Natalie Miller, Ph.D. Post Doctoral Fellow University of Maryland – College Park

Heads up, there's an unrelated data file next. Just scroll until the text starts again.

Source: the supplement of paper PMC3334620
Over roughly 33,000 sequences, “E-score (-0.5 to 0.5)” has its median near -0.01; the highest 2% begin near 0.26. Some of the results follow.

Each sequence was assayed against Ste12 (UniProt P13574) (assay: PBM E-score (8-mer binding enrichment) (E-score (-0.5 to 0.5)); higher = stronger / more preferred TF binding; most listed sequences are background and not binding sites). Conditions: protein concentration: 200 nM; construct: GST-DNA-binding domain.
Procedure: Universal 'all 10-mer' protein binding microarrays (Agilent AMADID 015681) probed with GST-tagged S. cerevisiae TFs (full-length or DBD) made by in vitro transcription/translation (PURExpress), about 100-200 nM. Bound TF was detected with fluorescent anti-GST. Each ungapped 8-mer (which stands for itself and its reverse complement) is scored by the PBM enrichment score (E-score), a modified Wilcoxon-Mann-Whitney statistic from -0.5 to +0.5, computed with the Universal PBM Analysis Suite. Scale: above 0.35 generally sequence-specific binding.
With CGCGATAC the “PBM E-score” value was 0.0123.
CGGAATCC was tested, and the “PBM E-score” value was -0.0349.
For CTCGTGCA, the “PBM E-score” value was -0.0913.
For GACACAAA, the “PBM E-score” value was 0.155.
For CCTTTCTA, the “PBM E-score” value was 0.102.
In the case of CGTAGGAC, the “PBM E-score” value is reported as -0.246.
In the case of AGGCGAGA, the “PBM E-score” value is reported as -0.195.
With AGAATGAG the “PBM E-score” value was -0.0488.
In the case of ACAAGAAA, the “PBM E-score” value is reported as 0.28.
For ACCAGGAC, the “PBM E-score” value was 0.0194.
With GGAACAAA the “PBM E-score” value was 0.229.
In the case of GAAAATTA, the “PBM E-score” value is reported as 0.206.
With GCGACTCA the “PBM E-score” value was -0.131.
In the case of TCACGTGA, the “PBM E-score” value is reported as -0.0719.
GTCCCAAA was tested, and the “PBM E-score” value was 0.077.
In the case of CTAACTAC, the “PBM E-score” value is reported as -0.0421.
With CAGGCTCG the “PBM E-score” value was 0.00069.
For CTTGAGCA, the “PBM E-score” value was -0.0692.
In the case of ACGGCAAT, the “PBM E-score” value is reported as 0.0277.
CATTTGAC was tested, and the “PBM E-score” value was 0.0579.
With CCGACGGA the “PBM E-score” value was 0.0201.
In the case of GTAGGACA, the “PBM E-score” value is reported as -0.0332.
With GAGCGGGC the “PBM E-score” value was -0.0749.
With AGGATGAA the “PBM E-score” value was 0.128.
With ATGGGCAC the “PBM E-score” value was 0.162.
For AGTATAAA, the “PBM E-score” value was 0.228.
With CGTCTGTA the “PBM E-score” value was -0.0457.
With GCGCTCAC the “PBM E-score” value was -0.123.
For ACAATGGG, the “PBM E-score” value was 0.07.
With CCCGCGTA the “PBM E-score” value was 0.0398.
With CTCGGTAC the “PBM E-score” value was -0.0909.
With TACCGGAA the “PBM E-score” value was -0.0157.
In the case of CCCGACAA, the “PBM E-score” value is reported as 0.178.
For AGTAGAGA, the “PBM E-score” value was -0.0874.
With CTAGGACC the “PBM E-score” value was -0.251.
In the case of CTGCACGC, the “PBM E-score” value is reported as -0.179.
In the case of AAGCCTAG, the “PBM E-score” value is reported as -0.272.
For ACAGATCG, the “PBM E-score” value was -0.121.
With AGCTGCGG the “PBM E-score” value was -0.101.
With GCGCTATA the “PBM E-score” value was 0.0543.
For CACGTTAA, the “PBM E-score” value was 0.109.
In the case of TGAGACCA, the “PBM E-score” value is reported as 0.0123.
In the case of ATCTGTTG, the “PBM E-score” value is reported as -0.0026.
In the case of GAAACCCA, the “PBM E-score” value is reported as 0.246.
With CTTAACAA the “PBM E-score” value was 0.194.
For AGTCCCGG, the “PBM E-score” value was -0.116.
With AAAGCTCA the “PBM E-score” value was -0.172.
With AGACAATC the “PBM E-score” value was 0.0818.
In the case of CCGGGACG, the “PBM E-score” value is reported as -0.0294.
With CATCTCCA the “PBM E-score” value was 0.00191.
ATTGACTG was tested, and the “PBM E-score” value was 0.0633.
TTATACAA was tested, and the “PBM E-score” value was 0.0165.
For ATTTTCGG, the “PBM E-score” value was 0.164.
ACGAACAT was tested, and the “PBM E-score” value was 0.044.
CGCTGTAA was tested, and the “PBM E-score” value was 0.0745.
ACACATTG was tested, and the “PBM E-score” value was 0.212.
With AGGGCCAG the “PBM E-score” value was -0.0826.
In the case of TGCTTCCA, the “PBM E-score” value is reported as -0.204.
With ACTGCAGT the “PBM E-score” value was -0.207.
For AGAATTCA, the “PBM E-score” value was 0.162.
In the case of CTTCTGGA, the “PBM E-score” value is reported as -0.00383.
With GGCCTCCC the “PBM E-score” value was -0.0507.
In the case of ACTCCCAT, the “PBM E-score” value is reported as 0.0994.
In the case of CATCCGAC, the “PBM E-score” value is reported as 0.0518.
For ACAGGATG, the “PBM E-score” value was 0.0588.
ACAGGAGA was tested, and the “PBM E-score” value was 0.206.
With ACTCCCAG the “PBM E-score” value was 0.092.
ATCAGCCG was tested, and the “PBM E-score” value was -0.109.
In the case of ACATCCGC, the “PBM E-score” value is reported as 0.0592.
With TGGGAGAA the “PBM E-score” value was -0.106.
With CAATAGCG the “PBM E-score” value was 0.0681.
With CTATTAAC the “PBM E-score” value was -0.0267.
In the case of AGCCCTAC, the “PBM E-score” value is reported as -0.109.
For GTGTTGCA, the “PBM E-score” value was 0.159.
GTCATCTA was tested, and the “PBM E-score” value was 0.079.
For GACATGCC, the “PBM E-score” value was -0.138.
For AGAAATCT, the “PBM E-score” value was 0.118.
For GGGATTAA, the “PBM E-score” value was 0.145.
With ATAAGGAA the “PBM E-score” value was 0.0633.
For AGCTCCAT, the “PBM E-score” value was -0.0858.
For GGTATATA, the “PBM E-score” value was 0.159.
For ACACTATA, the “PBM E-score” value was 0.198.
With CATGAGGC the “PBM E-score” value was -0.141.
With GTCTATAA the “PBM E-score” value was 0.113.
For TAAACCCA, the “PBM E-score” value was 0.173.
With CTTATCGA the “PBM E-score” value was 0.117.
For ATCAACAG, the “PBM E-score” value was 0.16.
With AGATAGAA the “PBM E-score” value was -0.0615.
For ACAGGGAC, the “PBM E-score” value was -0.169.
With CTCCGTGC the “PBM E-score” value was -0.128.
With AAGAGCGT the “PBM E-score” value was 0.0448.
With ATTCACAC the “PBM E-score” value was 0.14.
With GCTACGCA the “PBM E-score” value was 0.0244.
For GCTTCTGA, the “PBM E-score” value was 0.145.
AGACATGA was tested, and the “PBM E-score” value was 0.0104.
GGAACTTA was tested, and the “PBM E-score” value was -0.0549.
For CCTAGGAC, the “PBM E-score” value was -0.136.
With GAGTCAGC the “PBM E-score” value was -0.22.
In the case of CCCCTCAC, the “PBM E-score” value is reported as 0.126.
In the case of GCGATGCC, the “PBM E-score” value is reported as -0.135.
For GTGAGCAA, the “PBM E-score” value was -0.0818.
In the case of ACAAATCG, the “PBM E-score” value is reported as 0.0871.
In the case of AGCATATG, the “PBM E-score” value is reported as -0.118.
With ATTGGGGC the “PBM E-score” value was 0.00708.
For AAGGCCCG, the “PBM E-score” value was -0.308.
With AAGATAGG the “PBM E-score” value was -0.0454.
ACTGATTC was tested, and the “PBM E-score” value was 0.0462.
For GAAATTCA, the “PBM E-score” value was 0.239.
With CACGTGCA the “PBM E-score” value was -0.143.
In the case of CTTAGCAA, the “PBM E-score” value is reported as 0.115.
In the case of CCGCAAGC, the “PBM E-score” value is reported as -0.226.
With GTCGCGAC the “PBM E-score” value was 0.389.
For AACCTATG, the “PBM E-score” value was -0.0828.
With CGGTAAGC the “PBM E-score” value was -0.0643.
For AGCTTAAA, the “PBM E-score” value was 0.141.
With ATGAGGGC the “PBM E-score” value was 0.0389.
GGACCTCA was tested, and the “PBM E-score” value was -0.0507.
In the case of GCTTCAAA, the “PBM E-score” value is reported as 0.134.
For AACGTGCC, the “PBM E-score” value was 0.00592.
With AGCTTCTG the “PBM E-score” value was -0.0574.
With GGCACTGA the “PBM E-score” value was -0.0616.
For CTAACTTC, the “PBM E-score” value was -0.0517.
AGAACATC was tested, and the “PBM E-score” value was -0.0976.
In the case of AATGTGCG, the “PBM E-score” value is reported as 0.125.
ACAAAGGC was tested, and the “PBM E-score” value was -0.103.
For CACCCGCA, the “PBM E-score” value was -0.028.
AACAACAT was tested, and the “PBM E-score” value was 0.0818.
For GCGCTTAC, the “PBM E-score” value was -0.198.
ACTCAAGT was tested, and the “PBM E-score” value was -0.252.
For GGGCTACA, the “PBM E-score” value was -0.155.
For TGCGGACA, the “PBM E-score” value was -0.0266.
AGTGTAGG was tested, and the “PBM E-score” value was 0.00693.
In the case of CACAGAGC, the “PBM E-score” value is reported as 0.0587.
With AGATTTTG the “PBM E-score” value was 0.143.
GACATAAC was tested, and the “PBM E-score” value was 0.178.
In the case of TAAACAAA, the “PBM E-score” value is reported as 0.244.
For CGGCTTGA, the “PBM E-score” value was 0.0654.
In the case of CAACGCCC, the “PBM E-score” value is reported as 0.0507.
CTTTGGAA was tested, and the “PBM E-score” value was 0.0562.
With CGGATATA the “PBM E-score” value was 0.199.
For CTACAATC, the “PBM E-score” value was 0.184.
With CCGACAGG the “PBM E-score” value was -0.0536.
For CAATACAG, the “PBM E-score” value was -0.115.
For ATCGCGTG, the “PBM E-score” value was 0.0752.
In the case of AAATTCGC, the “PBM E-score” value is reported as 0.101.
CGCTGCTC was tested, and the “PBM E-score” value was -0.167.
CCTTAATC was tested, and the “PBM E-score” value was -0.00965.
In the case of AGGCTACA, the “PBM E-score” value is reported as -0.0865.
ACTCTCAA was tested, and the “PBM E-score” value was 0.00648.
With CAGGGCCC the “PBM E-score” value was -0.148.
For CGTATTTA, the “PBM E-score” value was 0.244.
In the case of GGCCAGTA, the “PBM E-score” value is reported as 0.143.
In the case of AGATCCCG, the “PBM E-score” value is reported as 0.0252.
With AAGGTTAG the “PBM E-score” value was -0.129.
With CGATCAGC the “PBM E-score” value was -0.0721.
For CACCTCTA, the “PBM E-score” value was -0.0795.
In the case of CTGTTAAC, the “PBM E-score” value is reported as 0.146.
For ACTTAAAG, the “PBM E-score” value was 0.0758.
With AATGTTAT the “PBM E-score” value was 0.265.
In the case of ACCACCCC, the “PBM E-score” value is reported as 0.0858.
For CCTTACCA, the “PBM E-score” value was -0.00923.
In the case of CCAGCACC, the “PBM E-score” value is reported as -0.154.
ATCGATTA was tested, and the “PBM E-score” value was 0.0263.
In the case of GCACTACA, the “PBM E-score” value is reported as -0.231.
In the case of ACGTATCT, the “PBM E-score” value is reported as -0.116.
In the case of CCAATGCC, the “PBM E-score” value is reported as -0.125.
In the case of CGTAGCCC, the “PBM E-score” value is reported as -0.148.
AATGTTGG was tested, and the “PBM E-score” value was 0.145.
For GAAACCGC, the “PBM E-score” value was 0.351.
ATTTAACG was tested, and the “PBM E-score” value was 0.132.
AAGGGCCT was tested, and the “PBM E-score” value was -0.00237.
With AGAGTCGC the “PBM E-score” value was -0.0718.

This was my first APSARD conference and I was not sure what to expect. I knew APSARD as a psychiatry conference and assumed many presentations would focus on medication management of ADHD symptoms. Although some symposia addressed medication issues, symposia topics covered the waterfront, from etiological models involving genetics and neuroscience to clinically-oriented sessions about assessment and treatment to big data epidemiological approaches. A resounding theme across many symposia was our struggle to understand how and why ADHD symptoms develop. The causal role of environmental factors in the pathogenesis of ADHD were considered in several symposia. During the Sunday morning plenary session, Drs. Edmund Sonuga-Barke and Anita Thapar addressed the shifting conceptualization of ADHD from a biologically-based disorder to a transactional disorder involving a complex interplay between genetic predisposition and environmental processes. Dr. Sonuga-Barke discussed results from the English and Romanian Adoptee Study, which demonstrated that severe environmental deprivation early in life can cause ADHD symptoms. Dr. Thapar outlined the complexities in parsing genetic from environmental risk given that shared genetic liability for ADHD may be driving maladaptive features of parenting as well as child symptoms. She discussed how longitudinal adoption design studies can isolate genetic from environmental risk and add specificity to how environmental processes contribute to ADHD symptoms (and how ADHD symptoms contribute to environmental processes). These talks, along with many others, highlighted how our conceptualization of ADHD is in flux. There are many unanswered etiological questions and future research is needed to better understand how environmental processes intersect with biological vulnerability. Although I left the conference feeling less certain about what I thought I knew, I also left feeling energized to keep up the search for the how and why of ADHD.